In a lot of ways, yesterday’s phone call was a relief. I had been so afraid to tell you, but now I can freely say: I live with my boyfriend.
In the past, when the topic of men in or near my residence came up, you became distressed, so I thought I’d save both of us the emotional strain. When I told you I was moving into a house with a couple guys and a girl, you were so unhappy that I fretted about it for weeks, though I knew the men were honorable and they made good roommates. When I told you a funny story my neighbor told me about blue balls, your face became dark red and you said, “I’m going to kill him.” So obviously, I worried saying,”I’m moving in with my boyfriend,” would bring some backlash. I’ve learned to just avoid certain topics to keep from upsetting you.
But now, the cat’s out of the bag. I live with my boyfriend. And of course, that means we’re having sex.
This is the real heart of the matter. This is why I couldn’t tell you. Because you raised me to believe that a woman’s worth is in her purity, her value is in that she has “saved herself” until marriage. Not that she has waited to engage in a sexual act until marriage, but literally saved her entire being.
You raised me to approach sex with fear and shame, not open communication. Instead of discussing how or when to decide to have sex, I was told simply, “Don’t do it. Doing it is bad. You’ll regret it.” Remember that story of your friend who had sex once in college and felt everyone was staring at her and knew her guilty secret, Dad? Yeah, that story haunted me.
Even after I decided I would not wait until marriage, it took me years before I felt I was free of that guilt, before I trusted that I could make conscious, informed sexual decisions without hating myself afterward for somehow being less good than before.
This is a problem, Dad. This purity culture taught me that my value was inextricably linked to whether or not I had had sex. And if I had, I was less desirable or good than if I was “pure.” My smarts, my accomplishments, my integrity, my talents, my goals, none of them are as important to my value as a woman as my sexual activity, according to this belief.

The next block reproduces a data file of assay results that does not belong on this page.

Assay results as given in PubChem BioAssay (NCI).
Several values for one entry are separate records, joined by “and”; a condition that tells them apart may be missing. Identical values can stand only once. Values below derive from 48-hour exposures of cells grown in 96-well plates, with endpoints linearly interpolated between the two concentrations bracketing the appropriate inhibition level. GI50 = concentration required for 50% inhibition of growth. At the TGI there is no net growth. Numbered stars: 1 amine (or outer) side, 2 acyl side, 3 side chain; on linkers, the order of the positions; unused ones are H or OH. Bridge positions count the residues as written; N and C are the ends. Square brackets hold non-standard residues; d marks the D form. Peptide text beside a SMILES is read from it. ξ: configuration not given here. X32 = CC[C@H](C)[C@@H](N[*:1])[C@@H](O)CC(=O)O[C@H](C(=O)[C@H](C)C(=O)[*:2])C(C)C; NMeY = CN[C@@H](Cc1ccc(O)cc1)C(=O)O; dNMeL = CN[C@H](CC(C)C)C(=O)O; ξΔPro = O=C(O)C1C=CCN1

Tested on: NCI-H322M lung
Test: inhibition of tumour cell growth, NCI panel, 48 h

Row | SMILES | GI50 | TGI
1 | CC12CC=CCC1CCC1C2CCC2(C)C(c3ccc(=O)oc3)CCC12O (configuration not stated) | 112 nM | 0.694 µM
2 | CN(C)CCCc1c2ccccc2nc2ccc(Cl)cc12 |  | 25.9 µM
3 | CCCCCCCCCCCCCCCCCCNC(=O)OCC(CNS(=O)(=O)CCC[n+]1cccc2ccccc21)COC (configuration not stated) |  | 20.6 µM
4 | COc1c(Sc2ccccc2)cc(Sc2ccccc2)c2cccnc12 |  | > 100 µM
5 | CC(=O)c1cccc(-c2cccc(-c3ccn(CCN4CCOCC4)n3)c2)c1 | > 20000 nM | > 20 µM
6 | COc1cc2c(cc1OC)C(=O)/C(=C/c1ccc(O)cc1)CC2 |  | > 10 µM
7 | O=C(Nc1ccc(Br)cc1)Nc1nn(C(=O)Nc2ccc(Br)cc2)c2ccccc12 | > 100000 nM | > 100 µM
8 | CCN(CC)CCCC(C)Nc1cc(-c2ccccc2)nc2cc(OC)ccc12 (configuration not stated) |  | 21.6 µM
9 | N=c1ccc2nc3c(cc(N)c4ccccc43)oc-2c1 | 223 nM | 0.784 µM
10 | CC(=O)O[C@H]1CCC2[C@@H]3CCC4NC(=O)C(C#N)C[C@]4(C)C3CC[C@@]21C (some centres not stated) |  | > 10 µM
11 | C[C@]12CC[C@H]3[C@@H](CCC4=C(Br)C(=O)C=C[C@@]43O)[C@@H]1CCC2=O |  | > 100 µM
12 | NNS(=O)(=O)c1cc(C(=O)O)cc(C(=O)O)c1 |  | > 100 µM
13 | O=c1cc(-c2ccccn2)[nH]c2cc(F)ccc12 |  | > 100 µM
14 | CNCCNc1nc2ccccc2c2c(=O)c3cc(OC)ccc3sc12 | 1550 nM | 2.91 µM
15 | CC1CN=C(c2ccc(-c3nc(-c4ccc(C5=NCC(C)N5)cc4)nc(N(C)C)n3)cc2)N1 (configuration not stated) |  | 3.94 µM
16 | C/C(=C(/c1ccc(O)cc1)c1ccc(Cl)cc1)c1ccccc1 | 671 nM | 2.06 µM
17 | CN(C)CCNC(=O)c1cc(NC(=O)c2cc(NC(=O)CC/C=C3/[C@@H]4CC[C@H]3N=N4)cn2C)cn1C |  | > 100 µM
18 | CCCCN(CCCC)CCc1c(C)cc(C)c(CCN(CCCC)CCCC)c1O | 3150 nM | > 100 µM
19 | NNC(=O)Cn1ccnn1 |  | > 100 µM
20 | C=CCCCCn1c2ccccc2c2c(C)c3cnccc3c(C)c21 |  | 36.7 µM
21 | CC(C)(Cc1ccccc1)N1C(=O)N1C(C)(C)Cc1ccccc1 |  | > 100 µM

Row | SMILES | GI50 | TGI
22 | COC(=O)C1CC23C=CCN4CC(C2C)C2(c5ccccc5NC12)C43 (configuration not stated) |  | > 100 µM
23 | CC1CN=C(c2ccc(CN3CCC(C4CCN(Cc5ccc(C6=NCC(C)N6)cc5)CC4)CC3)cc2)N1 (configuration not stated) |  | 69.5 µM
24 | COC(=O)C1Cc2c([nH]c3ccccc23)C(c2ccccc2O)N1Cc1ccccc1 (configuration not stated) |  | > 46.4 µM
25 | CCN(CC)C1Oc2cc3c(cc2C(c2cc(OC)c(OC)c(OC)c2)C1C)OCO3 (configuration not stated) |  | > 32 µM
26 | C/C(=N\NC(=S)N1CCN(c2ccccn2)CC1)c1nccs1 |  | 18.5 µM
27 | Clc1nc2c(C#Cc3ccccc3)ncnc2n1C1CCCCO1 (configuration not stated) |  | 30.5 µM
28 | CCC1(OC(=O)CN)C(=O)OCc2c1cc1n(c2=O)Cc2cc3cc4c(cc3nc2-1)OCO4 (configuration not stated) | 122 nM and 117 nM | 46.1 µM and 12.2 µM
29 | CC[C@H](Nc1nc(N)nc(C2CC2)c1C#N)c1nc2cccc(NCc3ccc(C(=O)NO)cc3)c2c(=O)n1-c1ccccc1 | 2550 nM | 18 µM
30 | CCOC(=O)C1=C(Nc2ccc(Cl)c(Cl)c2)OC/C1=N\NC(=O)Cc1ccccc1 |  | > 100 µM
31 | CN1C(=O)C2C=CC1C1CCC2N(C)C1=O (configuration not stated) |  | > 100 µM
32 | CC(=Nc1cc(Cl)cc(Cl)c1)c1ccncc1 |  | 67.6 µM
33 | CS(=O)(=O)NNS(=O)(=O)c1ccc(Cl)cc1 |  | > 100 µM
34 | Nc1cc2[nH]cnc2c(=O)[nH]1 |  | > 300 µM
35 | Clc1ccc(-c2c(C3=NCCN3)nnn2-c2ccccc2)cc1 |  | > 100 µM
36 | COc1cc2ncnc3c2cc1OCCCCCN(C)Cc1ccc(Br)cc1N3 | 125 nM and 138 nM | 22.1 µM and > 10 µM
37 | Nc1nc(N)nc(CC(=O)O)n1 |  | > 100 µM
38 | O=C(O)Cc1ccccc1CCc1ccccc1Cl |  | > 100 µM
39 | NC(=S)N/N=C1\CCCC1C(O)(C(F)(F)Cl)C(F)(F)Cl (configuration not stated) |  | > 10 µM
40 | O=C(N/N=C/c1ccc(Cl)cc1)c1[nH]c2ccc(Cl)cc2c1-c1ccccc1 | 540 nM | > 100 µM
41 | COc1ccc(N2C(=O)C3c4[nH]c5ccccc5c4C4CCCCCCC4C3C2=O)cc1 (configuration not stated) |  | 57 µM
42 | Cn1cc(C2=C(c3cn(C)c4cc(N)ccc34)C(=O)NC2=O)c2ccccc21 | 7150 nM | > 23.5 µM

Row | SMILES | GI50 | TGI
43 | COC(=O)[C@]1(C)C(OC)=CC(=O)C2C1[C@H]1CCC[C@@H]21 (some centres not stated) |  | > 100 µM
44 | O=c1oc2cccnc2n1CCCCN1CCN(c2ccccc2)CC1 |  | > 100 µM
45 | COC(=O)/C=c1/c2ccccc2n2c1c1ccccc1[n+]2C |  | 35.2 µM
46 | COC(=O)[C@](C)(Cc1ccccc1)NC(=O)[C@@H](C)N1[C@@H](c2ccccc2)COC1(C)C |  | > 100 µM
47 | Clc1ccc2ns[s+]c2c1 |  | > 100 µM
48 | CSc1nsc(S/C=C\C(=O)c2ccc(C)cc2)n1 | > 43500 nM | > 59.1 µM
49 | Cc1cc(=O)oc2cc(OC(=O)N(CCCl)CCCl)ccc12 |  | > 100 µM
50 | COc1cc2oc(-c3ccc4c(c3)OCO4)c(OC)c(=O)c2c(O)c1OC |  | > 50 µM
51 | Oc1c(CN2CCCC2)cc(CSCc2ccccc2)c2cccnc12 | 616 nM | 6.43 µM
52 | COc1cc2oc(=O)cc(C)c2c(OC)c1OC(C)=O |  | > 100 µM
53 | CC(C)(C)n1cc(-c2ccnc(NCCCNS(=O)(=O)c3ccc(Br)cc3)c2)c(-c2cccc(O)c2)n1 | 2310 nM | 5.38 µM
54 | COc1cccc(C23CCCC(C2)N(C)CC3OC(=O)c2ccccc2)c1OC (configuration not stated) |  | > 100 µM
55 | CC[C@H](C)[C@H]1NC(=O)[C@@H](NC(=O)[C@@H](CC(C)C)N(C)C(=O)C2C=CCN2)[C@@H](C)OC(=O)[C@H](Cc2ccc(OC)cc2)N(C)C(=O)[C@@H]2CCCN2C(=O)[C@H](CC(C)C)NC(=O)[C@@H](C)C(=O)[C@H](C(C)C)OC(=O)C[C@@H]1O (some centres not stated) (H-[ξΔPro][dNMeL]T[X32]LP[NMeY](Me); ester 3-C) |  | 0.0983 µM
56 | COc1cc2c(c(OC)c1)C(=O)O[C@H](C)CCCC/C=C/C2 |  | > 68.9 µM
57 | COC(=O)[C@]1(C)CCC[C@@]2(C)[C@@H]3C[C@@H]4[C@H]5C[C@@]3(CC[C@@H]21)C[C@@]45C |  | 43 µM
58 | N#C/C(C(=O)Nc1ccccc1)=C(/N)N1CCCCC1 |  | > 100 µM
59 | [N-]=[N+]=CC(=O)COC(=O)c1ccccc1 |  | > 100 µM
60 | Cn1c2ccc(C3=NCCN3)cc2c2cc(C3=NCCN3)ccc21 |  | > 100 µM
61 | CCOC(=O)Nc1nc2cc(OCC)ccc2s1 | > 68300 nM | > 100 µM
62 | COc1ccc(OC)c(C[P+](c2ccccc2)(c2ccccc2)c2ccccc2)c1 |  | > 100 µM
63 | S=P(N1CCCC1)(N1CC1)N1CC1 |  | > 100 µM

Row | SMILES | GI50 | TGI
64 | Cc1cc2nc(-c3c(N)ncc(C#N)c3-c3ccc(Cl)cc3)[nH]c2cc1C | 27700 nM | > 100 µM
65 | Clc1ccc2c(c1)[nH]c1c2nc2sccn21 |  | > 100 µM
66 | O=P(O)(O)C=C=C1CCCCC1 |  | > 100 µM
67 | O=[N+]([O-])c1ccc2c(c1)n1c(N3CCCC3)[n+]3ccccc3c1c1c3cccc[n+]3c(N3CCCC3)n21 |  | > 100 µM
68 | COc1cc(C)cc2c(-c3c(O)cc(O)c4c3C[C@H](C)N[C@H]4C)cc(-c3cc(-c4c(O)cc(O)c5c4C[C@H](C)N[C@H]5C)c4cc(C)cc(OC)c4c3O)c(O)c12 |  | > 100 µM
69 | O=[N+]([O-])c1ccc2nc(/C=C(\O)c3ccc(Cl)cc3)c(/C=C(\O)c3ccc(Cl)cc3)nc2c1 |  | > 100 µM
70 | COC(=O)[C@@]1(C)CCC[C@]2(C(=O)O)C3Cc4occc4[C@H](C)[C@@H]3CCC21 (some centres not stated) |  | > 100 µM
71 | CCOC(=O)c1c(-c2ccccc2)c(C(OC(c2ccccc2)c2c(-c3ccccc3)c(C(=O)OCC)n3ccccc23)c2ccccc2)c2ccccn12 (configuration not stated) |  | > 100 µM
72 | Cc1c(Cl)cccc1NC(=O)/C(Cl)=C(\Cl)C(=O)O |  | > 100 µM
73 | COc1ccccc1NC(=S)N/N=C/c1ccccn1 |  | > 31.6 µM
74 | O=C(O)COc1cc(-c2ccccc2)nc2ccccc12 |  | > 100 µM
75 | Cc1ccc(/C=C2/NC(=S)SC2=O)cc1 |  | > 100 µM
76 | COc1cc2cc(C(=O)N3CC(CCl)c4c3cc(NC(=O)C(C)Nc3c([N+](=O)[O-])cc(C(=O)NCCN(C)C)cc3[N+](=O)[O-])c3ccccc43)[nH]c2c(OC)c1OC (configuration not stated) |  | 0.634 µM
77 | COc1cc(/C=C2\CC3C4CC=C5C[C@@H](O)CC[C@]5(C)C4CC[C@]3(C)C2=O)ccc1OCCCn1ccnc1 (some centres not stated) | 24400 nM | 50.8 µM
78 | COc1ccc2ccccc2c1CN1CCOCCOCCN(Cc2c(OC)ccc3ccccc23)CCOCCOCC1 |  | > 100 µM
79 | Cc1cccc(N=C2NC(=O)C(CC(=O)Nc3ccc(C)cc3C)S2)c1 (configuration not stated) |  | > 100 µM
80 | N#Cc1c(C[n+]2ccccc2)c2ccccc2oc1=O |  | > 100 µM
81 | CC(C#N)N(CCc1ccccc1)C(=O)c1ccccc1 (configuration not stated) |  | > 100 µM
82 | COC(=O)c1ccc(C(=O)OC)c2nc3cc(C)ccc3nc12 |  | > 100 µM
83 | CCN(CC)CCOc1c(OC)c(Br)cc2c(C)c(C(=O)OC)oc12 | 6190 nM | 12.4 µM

But sex does not have to be like that. It can be enriching and fulfilling. It can be fun. It brings partners together and is an expression of both affection and desire. And it is not necessary to marry a virgin for this to be true.
Do I regret some of my decisions? Of course. But then, I regret what I ate for lunch yesterday. That doesn’t mean I can’t enjoy dinner. If I had waited until marriage, I’m sure I would still have regrets, as I’d have no idea how to express my wants or communicate my boundaries.
In the end, I’ve learned that what is most important for a fulfilling sexual relationship is trust, open communication and attraction. My partner and I have all of these. We care about each other and communicate and have a fulfilling relationship. He wants me regardless of whether or not I’ve “saved myself.” And I have freed myself from shame and can openly, joyfully ask for what I want. It’s wonderful.
I am sorry I hurt you and mom by not telling you sooner. I knew you would disapprove and was afraid of your anger. I’m sorry for the pain I’ve caused you. I’m not sorry for having sex.
P.S. For more on how purity culture leads, Christianity and fulfilling relationships, check out Libby Anne’s blog Love, Joy, Feminism. This is a good post on how purity robs women of sexual agency. And I highly recommend Samantha Field over at Defeating the Dragon’s post about how harmful tying women’s worth entirely to their virginity is. I related very strongly to the Christian object lessons she describes, as well as deep feelings of shame and dirtiness.